A man has a particular loyalty to his barber, some may even say a fierce loyalty. The barbershop is a place to unwind, blow some steam, and walk out feeling like you look like man–of course, all of this depends on the quality of one’s barber. When I first moved to Toronto in the summer of 2003 I was recommended to get my haircut by Anthony at Jimmy’s Barbershop, next to the old Maple Leaf Gardens. I gladly obliged and took the stroll down Carlton Street in the hopes that my hair wouldn’t get massacred. Much to my continued delight, I believe that I have found the best barber I’ve ever had. Over the years my loyalty indeed matches that of a hapless Tory who could cry “God save the king” with heartfelt conviction. So much so that even though I now reside in Windsor, I refuse to have my locks lopped by anyone but Anthony. It makes for a long but worthwhile drive. Where else can I get mildly poked fun of, hear funny jokes and good political commentary as well as get a straight-razor shave all in a half-hour or so? And Anthony is also obliging in that he has not only accepted, but read books that I’ve given him like Tim Keller’s The Prodigal God, The Reason for God, and even the bible.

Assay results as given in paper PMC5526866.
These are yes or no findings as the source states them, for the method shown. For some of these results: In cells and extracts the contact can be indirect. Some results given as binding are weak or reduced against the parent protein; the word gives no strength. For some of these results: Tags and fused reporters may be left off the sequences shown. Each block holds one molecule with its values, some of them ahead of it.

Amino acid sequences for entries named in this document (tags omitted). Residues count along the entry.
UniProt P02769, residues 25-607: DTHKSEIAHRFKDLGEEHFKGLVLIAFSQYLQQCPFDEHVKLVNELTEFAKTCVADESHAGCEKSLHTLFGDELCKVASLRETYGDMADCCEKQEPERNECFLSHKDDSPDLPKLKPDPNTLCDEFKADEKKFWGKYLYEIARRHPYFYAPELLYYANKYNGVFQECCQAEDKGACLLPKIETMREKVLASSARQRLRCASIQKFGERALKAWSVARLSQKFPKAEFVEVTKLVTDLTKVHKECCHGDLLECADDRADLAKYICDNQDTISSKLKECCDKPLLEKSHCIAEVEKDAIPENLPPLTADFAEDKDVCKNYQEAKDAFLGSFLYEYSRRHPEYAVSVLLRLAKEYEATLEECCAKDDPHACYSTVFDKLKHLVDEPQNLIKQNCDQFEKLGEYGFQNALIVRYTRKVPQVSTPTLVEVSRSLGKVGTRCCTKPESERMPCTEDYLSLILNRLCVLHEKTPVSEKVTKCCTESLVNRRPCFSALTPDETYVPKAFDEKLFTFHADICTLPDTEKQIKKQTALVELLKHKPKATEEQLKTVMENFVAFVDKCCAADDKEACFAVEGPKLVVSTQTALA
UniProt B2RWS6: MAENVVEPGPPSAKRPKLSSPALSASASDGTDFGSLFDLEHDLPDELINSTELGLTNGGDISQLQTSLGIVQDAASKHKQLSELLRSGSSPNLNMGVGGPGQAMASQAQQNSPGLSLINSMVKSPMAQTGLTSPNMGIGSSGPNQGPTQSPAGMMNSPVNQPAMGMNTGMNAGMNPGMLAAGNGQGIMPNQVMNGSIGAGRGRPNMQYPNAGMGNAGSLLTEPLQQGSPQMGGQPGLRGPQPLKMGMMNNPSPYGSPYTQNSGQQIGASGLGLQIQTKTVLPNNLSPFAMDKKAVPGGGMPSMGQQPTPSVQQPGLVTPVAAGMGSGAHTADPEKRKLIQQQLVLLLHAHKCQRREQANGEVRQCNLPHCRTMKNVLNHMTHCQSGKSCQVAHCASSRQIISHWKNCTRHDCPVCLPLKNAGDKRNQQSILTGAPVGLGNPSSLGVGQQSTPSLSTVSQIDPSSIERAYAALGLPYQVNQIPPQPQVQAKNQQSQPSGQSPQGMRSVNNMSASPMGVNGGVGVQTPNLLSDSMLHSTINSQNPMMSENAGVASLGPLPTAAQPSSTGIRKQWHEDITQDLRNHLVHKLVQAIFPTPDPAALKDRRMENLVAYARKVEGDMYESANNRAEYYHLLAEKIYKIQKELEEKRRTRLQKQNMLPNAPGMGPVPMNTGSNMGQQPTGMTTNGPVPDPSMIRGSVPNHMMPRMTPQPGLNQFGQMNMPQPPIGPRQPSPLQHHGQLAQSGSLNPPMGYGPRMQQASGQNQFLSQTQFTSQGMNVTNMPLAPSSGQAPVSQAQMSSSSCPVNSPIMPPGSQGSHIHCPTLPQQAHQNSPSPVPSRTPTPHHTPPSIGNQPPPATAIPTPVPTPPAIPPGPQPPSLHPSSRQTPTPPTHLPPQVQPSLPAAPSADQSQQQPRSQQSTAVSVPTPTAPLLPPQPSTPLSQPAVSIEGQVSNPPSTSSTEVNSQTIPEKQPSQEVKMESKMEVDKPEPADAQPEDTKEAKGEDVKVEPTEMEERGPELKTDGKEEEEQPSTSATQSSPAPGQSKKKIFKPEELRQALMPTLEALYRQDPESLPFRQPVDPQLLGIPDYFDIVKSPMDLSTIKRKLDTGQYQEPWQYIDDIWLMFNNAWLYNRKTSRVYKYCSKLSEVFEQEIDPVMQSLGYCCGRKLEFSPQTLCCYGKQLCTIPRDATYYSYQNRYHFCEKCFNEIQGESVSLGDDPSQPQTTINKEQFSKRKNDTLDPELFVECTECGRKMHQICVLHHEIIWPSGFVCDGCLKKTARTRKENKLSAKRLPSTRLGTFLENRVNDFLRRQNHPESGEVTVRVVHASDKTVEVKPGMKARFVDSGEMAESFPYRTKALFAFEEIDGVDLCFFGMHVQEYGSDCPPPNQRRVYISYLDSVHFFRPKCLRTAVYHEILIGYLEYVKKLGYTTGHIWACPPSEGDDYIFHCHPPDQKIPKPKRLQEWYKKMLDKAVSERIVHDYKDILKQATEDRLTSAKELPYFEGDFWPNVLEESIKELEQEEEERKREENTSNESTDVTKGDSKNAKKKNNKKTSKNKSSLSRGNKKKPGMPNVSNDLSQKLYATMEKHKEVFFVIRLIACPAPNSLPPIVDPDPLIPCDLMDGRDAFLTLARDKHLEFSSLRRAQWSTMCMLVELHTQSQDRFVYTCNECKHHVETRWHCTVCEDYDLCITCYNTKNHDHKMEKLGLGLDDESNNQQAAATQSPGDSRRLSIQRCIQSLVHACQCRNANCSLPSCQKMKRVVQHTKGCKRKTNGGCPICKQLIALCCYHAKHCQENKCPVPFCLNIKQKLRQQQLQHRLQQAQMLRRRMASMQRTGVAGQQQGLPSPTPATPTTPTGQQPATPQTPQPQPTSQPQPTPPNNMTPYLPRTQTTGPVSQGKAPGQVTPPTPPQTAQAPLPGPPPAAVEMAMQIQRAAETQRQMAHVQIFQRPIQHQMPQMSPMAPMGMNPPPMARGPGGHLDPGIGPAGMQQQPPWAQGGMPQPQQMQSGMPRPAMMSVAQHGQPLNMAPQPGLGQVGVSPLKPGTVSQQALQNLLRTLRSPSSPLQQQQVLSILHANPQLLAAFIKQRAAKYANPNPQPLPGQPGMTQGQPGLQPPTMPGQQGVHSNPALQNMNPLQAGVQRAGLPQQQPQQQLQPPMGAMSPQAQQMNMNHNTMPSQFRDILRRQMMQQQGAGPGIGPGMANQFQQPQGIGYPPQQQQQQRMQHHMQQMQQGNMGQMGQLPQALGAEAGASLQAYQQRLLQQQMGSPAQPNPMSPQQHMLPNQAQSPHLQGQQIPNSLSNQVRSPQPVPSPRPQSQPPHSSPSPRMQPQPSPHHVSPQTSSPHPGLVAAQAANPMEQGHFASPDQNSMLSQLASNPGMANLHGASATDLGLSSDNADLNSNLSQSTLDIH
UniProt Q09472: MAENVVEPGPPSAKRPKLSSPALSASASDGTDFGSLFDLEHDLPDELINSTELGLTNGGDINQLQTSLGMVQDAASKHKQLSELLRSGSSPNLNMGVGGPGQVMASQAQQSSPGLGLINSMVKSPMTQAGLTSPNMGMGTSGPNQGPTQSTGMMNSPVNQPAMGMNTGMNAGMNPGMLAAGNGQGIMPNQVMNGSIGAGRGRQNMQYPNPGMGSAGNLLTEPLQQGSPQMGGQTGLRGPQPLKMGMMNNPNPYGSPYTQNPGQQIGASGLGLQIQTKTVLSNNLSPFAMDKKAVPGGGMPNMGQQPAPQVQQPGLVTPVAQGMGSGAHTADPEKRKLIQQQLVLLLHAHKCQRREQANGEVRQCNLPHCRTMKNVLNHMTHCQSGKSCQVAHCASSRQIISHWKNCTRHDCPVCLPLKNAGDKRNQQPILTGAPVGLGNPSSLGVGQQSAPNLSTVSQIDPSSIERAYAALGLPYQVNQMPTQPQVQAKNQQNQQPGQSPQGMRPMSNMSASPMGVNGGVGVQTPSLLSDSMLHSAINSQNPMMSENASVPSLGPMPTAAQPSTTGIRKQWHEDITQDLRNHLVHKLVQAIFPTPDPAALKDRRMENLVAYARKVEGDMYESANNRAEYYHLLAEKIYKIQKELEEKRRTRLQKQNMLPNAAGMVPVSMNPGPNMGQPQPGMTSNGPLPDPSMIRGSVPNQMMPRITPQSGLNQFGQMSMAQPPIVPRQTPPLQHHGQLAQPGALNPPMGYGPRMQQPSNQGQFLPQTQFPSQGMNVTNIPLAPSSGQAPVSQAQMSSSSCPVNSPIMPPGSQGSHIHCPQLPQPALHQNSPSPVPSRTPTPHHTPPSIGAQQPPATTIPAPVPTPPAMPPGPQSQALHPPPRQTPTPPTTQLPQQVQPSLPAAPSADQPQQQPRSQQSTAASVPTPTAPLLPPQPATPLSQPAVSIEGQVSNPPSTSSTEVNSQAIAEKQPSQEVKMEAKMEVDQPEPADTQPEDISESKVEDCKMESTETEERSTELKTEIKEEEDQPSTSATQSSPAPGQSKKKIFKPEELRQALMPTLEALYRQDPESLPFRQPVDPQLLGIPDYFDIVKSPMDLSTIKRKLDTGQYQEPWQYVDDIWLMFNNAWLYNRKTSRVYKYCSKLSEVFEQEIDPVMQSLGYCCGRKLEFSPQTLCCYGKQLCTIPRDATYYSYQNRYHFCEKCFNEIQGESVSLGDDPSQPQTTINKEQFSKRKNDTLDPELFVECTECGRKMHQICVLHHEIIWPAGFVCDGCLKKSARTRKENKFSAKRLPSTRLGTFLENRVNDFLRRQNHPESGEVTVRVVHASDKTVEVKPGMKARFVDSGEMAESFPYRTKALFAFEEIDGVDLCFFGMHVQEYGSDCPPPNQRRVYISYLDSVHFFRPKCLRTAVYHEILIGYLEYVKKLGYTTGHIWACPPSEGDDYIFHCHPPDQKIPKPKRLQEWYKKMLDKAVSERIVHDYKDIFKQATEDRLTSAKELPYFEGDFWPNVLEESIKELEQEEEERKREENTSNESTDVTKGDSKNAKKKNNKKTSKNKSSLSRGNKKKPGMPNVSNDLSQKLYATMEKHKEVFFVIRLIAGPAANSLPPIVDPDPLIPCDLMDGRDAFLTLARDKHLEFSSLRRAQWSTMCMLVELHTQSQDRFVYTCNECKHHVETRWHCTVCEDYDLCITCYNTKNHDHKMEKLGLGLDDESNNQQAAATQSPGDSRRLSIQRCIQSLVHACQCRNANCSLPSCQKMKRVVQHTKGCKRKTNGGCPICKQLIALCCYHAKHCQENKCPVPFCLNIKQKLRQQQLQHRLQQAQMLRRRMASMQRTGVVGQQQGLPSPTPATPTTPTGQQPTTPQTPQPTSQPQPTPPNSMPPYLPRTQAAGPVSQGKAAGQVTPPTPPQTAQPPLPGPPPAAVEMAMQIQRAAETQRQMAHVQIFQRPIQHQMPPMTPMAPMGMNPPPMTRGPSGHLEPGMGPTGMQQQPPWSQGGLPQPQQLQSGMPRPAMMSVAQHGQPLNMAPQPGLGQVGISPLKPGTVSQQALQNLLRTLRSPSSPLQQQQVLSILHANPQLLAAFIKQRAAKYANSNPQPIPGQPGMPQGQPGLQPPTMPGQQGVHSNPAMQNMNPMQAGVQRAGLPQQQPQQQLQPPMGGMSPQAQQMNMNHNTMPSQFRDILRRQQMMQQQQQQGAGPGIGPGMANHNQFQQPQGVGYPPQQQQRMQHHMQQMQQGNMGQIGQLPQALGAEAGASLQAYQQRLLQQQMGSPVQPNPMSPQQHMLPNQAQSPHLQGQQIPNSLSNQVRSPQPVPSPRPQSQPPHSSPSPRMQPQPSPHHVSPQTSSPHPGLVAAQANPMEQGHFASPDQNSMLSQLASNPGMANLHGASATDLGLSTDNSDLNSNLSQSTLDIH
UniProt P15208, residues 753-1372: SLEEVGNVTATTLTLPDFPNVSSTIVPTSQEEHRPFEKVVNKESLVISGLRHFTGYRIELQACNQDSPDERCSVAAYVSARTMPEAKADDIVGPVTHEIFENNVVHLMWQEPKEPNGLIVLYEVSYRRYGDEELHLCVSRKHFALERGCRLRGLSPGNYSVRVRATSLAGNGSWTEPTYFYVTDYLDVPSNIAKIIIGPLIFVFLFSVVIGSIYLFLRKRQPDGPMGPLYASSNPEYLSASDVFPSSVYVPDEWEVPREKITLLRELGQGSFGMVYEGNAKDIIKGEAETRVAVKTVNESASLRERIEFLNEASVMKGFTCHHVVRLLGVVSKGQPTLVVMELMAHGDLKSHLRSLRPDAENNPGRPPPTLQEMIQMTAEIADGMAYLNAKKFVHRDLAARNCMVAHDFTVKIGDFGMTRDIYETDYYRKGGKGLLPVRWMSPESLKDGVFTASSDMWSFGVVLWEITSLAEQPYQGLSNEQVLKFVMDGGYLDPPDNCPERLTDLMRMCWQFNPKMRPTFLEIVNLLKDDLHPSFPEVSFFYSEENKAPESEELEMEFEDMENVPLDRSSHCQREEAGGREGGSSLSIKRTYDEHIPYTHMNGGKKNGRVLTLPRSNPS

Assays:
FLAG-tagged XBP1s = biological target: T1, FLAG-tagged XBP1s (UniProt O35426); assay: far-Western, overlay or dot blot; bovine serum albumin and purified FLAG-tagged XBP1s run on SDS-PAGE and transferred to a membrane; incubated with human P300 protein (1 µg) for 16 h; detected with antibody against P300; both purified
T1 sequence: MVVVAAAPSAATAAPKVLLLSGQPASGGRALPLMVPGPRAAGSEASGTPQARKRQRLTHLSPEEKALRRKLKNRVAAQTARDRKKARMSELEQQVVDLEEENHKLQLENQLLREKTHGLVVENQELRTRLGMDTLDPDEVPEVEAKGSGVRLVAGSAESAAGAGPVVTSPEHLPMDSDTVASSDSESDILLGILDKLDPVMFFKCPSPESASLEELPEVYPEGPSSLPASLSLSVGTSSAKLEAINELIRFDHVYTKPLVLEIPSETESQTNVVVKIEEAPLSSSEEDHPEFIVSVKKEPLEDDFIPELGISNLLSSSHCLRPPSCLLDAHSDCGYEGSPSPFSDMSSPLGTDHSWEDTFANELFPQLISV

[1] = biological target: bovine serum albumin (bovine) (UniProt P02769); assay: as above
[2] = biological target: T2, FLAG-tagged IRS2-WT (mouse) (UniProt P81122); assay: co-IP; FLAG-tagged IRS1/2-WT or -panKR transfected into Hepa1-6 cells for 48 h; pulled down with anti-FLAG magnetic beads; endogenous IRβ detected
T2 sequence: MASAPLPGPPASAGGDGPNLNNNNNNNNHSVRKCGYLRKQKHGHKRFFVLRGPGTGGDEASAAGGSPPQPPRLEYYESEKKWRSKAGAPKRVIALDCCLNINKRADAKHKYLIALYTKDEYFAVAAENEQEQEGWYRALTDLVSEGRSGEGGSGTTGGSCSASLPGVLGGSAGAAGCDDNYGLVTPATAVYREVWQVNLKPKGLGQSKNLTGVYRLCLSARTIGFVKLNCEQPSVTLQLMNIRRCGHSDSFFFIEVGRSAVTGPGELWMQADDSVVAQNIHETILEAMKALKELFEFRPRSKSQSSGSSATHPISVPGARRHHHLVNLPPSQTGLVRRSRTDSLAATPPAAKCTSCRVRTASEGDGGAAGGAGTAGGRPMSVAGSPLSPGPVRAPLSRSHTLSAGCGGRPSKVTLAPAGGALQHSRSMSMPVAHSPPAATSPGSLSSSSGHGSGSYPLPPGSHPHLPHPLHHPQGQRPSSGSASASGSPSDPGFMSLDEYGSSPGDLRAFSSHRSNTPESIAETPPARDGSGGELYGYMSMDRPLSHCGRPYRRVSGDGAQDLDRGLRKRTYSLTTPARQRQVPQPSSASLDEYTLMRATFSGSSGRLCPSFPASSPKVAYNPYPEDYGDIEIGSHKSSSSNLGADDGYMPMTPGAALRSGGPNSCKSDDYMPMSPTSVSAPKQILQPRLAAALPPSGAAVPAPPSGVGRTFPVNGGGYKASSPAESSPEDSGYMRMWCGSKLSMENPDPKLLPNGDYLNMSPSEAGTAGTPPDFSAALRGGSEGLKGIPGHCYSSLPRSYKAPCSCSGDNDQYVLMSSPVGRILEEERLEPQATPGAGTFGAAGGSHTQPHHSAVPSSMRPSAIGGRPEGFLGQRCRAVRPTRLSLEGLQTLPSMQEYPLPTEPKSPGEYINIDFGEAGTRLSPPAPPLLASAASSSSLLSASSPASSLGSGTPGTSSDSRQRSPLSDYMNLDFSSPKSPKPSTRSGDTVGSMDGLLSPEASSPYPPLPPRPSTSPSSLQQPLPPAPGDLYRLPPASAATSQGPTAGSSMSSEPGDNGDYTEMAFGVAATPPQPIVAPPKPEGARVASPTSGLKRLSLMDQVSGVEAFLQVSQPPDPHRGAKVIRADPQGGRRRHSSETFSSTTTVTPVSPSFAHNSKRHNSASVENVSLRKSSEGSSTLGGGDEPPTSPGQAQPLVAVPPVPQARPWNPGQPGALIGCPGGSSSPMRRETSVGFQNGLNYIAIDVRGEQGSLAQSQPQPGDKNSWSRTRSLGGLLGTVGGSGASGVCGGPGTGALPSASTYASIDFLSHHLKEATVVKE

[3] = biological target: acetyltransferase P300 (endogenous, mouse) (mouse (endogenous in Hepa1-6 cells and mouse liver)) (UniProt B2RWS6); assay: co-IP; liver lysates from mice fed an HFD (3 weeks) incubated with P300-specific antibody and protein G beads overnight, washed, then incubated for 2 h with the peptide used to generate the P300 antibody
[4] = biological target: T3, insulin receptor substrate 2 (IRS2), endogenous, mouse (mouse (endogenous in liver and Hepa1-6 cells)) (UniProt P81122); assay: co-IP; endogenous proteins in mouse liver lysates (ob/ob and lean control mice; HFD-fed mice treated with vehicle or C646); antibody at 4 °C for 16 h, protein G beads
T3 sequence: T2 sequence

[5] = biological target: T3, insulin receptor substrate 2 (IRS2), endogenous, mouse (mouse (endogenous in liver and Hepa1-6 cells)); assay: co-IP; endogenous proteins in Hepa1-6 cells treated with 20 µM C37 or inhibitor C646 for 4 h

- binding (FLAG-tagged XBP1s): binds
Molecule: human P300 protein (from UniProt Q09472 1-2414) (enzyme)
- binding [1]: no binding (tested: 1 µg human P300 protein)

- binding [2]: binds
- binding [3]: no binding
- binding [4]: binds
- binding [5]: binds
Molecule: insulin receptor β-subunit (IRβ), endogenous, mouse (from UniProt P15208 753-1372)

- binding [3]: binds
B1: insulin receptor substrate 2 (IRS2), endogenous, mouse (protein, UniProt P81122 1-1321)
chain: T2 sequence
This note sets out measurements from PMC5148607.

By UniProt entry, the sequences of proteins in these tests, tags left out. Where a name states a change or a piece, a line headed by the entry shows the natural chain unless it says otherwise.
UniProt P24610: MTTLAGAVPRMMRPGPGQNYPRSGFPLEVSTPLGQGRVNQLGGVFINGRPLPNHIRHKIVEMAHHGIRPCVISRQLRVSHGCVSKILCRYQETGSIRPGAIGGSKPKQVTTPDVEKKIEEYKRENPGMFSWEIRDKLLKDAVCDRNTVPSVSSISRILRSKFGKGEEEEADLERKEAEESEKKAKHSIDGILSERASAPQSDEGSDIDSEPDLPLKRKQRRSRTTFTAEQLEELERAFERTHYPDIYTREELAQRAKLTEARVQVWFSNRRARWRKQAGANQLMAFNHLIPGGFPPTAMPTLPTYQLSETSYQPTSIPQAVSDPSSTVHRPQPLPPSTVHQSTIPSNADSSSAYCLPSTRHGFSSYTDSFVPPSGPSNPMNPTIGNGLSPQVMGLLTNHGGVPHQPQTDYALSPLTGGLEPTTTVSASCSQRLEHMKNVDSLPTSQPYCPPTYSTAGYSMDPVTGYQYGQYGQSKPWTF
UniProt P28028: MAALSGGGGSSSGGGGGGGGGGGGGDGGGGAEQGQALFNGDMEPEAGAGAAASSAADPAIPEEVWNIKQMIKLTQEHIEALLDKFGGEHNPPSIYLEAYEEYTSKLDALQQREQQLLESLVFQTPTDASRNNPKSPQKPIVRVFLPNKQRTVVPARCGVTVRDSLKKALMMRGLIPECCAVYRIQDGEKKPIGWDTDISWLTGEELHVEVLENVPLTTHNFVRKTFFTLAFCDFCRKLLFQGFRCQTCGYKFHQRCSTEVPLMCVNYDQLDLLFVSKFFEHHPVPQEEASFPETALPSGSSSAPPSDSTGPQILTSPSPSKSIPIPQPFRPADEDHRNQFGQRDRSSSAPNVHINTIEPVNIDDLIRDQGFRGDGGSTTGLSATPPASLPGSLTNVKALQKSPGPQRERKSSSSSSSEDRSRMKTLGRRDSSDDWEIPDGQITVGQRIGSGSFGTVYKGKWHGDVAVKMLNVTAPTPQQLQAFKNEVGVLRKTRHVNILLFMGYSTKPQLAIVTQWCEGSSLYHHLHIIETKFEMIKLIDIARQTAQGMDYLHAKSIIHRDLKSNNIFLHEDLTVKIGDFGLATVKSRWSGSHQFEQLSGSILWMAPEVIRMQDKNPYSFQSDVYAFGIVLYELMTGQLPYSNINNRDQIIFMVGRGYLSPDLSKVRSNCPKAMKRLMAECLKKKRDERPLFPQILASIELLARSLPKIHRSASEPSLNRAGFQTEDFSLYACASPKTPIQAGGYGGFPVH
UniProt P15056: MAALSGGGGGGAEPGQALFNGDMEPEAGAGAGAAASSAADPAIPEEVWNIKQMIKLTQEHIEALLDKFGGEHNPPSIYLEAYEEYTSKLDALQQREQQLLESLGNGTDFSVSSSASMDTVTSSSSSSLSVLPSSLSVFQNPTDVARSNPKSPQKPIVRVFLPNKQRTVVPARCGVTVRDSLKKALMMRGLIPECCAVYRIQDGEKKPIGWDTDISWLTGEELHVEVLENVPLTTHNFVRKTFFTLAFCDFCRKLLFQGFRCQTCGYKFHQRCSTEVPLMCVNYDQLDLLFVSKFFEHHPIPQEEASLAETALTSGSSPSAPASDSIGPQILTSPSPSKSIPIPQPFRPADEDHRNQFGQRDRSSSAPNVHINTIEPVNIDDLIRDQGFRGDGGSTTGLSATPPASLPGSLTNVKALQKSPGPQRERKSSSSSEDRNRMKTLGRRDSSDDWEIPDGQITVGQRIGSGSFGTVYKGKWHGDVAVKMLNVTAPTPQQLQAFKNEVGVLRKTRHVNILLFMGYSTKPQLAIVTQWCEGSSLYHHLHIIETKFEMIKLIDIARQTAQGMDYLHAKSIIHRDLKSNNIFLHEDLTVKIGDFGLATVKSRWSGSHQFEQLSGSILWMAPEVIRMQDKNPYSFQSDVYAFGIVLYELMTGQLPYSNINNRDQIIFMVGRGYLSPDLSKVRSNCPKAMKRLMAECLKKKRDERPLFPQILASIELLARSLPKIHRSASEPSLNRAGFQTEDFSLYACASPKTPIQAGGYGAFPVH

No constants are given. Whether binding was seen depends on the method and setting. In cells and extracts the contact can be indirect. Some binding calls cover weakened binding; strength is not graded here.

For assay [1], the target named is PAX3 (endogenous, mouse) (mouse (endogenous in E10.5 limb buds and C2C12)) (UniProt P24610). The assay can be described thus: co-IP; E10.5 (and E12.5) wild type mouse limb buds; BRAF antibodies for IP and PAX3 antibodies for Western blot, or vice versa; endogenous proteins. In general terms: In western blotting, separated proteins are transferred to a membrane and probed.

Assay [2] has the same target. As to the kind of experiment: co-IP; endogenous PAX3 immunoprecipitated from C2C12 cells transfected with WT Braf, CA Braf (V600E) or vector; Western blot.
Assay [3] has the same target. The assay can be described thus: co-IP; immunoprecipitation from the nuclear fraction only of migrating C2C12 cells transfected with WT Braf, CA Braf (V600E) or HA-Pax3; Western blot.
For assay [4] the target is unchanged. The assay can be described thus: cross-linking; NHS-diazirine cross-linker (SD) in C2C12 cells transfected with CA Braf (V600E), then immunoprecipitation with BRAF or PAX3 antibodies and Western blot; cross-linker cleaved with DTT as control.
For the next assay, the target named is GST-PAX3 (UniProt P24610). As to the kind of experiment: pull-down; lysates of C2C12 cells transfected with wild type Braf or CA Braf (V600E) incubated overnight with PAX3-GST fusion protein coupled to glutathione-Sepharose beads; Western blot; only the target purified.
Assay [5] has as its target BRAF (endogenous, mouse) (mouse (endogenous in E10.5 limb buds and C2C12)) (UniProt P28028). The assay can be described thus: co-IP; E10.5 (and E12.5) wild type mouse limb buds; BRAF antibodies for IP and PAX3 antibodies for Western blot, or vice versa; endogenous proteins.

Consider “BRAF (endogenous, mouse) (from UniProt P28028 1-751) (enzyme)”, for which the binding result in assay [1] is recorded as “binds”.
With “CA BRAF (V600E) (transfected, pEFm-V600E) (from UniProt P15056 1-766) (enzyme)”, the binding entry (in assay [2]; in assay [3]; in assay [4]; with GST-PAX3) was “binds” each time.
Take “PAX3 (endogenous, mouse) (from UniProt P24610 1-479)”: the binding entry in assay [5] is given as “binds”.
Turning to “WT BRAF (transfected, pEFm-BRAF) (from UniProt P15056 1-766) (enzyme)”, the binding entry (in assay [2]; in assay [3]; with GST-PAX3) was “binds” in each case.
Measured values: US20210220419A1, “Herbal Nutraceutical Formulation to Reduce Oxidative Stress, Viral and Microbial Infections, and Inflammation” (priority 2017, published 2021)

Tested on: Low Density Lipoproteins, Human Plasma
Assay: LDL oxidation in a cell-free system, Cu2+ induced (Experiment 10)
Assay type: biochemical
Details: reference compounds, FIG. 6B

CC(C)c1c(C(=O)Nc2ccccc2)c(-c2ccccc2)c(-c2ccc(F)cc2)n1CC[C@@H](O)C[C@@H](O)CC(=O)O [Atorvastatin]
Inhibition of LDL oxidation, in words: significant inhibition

This past year Anthony had to move from the historic to the illustrious; that is away from Maple Leaf Gardens and onto Bay and Wellesley across from Sutton Place. He’s now partnered up with a very kind barber named Ralph. I continue my loyal patronage. On Friday I made the way to Ralph’s with family in tow. Not only was I to get a haircut, but my son Jackson was to have his first sit in “the chair.” My mother somewhere has a picture of me getting my hair cut for the first time and when I look at it I feel as though I’m reminiscing over a momentary first-step towards manhood. So we took pictures of Jack in the hopes that he’d look back with similar fondness. Anthony gave him a haircut that, in the words of Abe Simpson, “you could set your watch to.” And for that, I’m profoundly thankful.